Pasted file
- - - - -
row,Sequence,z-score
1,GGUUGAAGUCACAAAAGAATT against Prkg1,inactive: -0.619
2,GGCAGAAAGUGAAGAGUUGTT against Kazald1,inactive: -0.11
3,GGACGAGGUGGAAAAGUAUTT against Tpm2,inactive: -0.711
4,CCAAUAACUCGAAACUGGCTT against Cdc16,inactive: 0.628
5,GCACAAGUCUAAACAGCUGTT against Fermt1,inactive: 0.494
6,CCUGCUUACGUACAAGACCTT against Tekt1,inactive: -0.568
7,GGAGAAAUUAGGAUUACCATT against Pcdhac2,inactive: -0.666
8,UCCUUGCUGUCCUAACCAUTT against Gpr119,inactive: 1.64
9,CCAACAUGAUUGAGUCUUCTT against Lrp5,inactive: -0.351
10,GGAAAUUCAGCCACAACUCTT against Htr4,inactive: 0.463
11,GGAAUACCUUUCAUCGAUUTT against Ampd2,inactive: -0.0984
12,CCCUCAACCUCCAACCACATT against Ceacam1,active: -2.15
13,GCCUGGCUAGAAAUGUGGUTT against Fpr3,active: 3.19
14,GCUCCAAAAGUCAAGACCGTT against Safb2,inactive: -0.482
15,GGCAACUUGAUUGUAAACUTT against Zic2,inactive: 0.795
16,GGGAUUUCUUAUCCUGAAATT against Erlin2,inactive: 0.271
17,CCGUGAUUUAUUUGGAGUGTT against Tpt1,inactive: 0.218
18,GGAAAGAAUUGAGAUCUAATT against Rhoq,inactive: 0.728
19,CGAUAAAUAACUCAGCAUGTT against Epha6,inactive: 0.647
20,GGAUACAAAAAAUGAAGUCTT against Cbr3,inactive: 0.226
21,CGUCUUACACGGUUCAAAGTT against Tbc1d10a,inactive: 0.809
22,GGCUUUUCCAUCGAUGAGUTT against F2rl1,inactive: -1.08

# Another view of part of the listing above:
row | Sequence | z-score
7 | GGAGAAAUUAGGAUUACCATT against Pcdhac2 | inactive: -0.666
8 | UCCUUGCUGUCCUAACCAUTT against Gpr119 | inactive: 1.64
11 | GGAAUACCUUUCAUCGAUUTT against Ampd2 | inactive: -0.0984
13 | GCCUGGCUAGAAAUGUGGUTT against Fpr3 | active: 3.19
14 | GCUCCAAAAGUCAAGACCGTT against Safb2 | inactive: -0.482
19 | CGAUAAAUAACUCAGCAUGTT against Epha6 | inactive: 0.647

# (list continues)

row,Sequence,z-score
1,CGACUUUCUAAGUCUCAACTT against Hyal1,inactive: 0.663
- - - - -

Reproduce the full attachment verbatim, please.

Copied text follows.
row,Sequence,z-score
1,GGUUGAAGUCACAAAAGAATT against Prkg1,inactive: -0.619
2,GGCAGAAAGUGAAGAGUUGTT against Kazald1,inactive: -0.11
3,GGACGAGGUGGAAAAGUAUTT against Tpm2,inactive: -0.711
4,CCAAUAACUCGAAACUGGCTT against Cdc16,inactive: 0.628
5,GCACAAGUCUAAACAGCUGTT against Fermt1,inactive: 0.494
6,CCUGCUUACGUACAAGACCTT against Tekt1,inactive: -0.568
7,GGAGAAAUUAGGAUUACCATT against Pcdhac2,inactive: -0.666
8,UCCUUGCUGUCCUAACCAUTT against Gpr119,inactive: 1.64
9,CCAACAUGAUUGAGUCUUCTT against Lrp5,inactive: -0.351
10,GGAAAUUCAGCCACAACUCTT against Htr4,inactive: 0.463
11,GGAAUACCUUUCAUCGAUUTT against Ampd2,inactive: -0.0984
12,CCCUCAACCUCCAACCACATT against Ceacam1,active: -2.15
13,GCCUGGCUAGAAAUGUGGUTT against Fpr3,active: 3.19
14,GCUCCAAAAGUCAAGACCGTT against Safb2,inactive: -0.482
15,GGCAACUUGAUUGUAAACUTT against Zic2,inactive: 0.795
16,GGGAUUUCUUAUCCUGAAATT against Erlin2,inactive: 0.271
17,CCGUGAUUUAUUUGGAGUGTT against Tpt1,inactive: 0.218
18,GGAAAGAAUUGAGAUCUAATT against Rhoq,inactive: 0.728
19,CGAUAAAUAACUCAGCAUGTT against Epha6,inactive: 0.647
20,GGAUACAAAAAAUGAAGUCTT against Cbr3,inactive: 0.226
21,CGUCUUACACGGUUCAAAGTT against Tbc1d10a,inactive: 0.809
22,GGCUUUUCCAUCGAUGAGUTT against F2rl1,inactive: -1.08

# Another view of part of the listing above:
row | Sequence | z-score
7 | GGAGAAAUUAGGAUUACCATT against Pcdhac2 | inactive: -0.666
8 | UCCUUGCUGUCCUAACCAUTT against Gpr119 | inactive: 1.64
11 | GGAAUACCUUUCAUCGAUUTT against Ampd2 | inactive: -0.0984
13 | GCCUGGCUAGAAAUGUGGUTT against Fpr3 | active: 3.19
14 | GCUCCAAAAGUCAAGACCGTT against Safb2 | inactive: -0.482
19 | CGAUAAAUAACUCAGCAUGTT against Epha6 | inactive: 0.647

# (list continues)

row,Sequence,z-score
1,CGACUUUCUAAGUCUCAACTT against Hyal1,inactive: 0.663